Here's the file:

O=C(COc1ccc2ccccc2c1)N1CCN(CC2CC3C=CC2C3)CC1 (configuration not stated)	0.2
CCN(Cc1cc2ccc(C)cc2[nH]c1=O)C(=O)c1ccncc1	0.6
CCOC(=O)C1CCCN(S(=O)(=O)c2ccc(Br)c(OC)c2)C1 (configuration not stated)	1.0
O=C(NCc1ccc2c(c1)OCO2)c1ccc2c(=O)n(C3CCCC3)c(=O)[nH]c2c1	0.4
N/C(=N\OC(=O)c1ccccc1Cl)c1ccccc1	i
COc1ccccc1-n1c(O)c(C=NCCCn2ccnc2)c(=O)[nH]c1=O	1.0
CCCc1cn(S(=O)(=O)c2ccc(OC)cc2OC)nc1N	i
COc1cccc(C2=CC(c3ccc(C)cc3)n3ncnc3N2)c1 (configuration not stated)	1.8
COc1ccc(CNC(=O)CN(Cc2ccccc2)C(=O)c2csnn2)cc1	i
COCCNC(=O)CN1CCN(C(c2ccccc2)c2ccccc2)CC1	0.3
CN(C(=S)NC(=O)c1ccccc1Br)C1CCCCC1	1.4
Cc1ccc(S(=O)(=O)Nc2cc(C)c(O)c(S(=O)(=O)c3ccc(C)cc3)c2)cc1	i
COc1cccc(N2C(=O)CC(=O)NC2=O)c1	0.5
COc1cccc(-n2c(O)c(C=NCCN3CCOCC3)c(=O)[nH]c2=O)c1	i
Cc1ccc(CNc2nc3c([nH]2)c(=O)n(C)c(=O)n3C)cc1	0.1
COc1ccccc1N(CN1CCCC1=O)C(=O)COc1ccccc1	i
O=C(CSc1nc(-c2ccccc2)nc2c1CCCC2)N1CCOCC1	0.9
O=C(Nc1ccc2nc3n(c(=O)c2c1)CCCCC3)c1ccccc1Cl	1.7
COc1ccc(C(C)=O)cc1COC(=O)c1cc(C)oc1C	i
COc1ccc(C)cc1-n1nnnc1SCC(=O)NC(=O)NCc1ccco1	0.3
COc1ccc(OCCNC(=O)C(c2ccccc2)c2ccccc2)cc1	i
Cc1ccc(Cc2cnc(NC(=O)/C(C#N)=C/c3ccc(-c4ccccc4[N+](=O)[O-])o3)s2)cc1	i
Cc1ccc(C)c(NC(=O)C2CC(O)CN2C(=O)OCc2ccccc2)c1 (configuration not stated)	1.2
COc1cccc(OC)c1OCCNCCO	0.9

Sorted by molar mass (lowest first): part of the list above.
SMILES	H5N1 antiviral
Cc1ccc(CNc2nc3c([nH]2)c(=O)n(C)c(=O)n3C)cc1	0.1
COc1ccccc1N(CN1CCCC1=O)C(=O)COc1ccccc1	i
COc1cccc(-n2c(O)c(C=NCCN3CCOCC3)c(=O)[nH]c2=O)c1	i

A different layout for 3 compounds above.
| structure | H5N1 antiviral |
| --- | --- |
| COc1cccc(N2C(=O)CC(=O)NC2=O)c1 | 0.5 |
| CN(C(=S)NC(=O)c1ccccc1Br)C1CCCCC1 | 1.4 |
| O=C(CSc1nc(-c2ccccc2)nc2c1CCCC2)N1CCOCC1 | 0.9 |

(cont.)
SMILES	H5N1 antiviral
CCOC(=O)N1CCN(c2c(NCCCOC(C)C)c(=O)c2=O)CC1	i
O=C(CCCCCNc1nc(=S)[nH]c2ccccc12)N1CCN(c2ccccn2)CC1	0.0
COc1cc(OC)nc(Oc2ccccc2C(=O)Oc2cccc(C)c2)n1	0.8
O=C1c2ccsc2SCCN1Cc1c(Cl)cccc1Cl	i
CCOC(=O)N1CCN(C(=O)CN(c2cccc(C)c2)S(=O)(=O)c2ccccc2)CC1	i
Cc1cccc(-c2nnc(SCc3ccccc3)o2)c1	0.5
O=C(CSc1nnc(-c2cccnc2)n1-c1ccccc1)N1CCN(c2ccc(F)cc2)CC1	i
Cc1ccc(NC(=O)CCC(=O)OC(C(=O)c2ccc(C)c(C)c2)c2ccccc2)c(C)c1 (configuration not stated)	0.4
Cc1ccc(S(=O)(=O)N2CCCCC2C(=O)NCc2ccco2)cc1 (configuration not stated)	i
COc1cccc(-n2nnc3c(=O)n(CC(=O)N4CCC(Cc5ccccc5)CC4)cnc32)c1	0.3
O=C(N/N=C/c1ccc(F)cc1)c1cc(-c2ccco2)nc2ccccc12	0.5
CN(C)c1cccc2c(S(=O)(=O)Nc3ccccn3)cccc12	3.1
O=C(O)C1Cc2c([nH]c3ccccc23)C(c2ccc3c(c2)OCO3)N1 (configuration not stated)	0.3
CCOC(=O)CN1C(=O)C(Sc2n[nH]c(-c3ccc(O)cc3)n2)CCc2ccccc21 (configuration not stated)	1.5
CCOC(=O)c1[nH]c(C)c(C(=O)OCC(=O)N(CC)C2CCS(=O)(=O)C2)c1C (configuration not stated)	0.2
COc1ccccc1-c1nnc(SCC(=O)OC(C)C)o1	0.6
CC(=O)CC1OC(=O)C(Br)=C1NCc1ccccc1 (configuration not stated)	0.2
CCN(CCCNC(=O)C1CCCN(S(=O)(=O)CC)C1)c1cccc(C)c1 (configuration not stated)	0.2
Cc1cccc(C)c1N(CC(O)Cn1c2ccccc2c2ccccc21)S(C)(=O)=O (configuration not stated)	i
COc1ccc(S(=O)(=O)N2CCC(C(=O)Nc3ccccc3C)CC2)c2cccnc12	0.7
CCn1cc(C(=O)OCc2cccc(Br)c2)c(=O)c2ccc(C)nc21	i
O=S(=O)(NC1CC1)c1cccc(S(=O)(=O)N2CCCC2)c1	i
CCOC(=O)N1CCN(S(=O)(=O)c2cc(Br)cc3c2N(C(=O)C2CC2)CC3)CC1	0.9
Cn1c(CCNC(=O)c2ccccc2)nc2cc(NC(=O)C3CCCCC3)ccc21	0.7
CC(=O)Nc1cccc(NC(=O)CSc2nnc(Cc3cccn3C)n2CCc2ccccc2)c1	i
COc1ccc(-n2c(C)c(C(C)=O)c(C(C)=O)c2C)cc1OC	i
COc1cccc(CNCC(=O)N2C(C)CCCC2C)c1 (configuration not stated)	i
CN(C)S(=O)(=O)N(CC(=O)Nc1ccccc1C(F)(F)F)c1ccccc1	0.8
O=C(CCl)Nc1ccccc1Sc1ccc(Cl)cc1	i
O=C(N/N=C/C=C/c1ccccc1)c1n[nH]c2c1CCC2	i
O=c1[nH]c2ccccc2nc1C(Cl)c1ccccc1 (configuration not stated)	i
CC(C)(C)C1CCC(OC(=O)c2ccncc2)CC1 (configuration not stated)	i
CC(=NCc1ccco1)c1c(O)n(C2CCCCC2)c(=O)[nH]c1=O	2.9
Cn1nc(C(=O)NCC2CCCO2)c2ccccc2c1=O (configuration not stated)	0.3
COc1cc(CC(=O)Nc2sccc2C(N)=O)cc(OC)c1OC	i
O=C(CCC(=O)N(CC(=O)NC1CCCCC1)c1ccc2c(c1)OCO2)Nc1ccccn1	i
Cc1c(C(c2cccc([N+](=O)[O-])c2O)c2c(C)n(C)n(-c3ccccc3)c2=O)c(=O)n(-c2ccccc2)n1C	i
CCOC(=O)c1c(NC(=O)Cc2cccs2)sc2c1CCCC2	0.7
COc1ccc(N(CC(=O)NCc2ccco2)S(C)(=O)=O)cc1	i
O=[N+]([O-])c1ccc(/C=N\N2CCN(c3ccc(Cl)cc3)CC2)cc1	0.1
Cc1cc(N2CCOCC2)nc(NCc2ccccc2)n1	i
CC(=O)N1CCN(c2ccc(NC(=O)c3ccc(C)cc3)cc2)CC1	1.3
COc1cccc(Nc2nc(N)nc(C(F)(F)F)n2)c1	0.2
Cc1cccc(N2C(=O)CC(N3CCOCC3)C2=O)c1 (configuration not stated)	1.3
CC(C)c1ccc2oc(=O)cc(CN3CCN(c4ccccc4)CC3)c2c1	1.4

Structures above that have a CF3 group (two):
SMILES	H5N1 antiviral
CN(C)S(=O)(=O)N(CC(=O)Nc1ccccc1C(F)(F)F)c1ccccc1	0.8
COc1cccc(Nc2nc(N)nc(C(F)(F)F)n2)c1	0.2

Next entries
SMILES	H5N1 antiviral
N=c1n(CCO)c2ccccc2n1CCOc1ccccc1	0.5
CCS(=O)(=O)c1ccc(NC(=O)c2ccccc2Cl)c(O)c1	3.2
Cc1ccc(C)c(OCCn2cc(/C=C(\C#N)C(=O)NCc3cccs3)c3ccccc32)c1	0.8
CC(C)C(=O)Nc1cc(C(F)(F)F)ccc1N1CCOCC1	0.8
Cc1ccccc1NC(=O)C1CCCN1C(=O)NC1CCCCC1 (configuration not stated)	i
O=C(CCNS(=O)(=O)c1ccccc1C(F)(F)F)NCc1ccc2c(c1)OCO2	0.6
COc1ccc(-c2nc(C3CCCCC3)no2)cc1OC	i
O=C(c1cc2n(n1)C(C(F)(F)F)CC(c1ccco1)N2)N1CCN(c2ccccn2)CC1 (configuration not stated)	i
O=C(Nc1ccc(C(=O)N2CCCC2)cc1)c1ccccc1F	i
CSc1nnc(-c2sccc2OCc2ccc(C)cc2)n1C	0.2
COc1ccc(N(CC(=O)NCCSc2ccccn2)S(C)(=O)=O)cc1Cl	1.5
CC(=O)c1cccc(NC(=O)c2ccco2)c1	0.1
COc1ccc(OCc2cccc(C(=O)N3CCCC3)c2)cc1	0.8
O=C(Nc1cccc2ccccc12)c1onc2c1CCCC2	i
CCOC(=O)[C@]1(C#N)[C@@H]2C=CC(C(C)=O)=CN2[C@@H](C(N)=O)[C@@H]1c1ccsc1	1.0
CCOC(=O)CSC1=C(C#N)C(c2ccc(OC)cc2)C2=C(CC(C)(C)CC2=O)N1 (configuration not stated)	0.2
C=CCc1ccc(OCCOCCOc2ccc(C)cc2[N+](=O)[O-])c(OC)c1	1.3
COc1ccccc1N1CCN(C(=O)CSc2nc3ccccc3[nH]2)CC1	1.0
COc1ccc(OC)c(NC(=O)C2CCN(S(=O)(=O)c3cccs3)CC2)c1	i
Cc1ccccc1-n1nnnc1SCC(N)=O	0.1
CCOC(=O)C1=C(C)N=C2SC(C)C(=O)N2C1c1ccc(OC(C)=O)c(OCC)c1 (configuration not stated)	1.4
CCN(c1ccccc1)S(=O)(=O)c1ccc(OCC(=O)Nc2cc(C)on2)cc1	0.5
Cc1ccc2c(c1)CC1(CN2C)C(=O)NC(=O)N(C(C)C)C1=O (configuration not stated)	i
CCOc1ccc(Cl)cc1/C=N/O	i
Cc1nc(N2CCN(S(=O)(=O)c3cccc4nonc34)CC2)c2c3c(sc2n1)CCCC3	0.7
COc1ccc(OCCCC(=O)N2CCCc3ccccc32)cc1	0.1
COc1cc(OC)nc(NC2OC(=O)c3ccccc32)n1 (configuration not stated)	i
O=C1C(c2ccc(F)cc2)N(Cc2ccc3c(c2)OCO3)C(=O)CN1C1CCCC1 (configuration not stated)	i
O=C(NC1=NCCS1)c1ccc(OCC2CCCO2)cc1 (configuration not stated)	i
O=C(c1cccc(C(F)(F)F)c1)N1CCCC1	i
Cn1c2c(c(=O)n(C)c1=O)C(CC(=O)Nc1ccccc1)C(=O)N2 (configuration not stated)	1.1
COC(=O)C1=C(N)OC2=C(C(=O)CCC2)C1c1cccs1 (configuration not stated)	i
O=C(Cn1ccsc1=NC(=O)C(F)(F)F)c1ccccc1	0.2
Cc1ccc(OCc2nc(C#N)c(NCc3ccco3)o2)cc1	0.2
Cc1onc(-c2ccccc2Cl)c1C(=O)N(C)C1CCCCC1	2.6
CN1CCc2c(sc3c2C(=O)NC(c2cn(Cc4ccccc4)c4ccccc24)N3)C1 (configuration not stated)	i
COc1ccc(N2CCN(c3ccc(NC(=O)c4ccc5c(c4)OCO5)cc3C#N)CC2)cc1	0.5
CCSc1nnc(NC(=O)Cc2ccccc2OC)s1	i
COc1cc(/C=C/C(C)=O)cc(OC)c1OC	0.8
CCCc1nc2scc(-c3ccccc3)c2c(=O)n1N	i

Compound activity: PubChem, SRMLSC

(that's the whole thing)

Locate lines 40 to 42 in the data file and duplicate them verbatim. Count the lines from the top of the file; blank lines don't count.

COc1cc(OC)nc(Oc2ccccc2C(=O)Oc2cccc(C)c2)n1	0.8
O=C1c2ccsc2SCCN1Cc1c(Cl)cccc1Cl	i
CCOC(=O)N1CCN(C(=O)CN(c2cccc(C)c2)S(=O)(=O)c2ccccc2)CC1	i